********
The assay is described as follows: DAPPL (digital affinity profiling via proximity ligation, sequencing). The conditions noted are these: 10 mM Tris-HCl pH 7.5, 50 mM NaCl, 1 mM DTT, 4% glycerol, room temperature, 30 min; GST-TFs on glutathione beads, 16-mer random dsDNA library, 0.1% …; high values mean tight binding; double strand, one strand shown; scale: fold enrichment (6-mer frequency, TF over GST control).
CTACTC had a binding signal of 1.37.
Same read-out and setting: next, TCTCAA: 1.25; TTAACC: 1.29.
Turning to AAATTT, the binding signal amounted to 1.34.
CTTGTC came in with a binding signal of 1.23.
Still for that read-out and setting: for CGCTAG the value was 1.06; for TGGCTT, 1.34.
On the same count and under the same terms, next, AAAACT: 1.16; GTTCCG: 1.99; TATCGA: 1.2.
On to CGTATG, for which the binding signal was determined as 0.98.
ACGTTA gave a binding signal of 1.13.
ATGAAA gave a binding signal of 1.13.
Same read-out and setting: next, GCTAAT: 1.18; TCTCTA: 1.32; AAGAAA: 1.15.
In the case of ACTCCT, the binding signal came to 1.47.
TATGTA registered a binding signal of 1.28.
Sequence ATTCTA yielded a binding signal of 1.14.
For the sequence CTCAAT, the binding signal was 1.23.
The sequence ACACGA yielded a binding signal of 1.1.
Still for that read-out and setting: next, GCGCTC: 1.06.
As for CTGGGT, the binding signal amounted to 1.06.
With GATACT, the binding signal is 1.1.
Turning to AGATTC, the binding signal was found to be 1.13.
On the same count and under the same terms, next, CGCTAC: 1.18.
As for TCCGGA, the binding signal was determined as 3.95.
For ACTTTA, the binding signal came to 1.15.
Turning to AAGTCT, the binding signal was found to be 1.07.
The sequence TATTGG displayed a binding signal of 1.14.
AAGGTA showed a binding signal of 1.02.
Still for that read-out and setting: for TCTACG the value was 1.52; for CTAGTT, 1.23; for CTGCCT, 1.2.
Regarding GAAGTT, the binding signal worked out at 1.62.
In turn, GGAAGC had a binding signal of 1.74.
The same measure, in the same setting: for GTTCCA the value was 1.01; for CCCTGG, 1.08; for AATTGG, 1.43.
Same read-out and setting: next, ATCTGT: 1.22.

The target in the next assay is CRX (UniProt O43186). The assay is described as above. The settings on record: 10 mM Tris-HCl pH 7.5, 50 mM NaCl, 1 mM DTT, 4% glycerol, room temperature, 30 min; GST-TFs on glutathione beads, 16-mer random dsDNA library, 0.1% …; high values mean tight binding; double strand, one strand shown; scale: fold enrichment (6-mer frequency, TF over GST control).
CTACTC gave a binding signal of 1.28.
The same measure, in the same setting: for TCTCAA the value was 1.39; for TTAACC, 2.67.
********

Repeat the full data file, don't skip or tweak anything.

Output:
The assay is described as follows: DAPPL (digital affinity profiling via proximity ligation, sequencing). The conditions noted are these: 10 mM Tris-HCl pH 7.5, 50 mM NaCl, 1 mM DTT, 4% glycerol, room temperature, 30 min; GST-TFs on glutathione beads, 16-mer random dsDNA library, 0.1% …; high values mean tight binding; double strand, one strand shown; scale: fold enrichment (6-mer frequency, TF over GST control).
CTACTC had a binding signal of 1.37.
Same read-out and setting: next, TCTCAA: 1.25; TTAACC: 1.29.
Turning to AAATTT, the binding signal amounted to 1.34.
CTTGTC came in with a binding signal of 1.23.
Still for that read-out and setting: for CGCTAG the value was 1.06; for TGGCTT, 1.34.
On the same count and under the same terms, next, AAAACT: 1.16; GTTCCG: 1.99; TATCGA: 1.2.
On to CGTATG, for which the binding signal was determined as 0.98.
ACGTTA gave a binding signal of 1.13.
ATGAAA gave a binding signal of 1.13.
Same read-out and setting: next, GCTAAT: 1.18; TCTCTA: 1.32; AAGAAA: 1.15.
In the case of ACTCCT, the binding signal came to 1.47.
TATGTA registered a binding signal of 1.28.
Sequence ATTCTA yielded a binding signal of 1.14.
For the sequence CTCAAT, the binding signal was 1.23.
The sequence ACACGA yielded a binding signal of 1.1.
Still for that read-out and setting: next, GCGCTC: 1.06.
As for CTGGGT, the binding signal amounted to 1.06.
With GATACT, the binding signal is 1.1.
Turning to AGATTC, the binding signal was found to be 1.13.
On the same count and under the same terms, next, CGCTAC: 1.18.
As for TCCGGA, the binding signal was determined as 3.95.
For ACTTTA, the binding signal came to 1.15.
Turning to AAGTCT, the binding signal was found to be 1.07.
The sequence TATTGG displayed a binding signal of 1.14.
AAGGTA showed a binding signal of 1.02.
Still for that read-out and setting: for TCTACG the value was 1.52; for CTAGTT, 1.23; for CTGCCT, 1.2.
Regarding GAAGTT, the binding signal worked out at 1.62.
In turn, GGAAGC had a binding signal of 1.74.
The same measure, in the same setting: for GTTCCA the value was 1.01; for CCCTGG, 1.08; for AATTGG, 1.43.
Same read-out and setting: next, ATCTGT: 1.22.

The target in the next assay is CRX (UniProt O43186). The assay is described as above. The settings on record: 10 mM Tris-HCl pH 7.5, 50 mM NaCl, 1 mM DTT, 4% glycerol, room temperature, 30 min; GST-TFs on glutathione beads, 16-mer random dsDNA library, 0.1% …; high values mean tight binding; double strand, one strand shown; scale: fold enrichment (6-mer frequency, TF over GST control).
CTACTC gave a binding signal of 1.28.
The same measure, in the same setting: for TCTCAA the value was 1.39; for TTAACC, 2.67.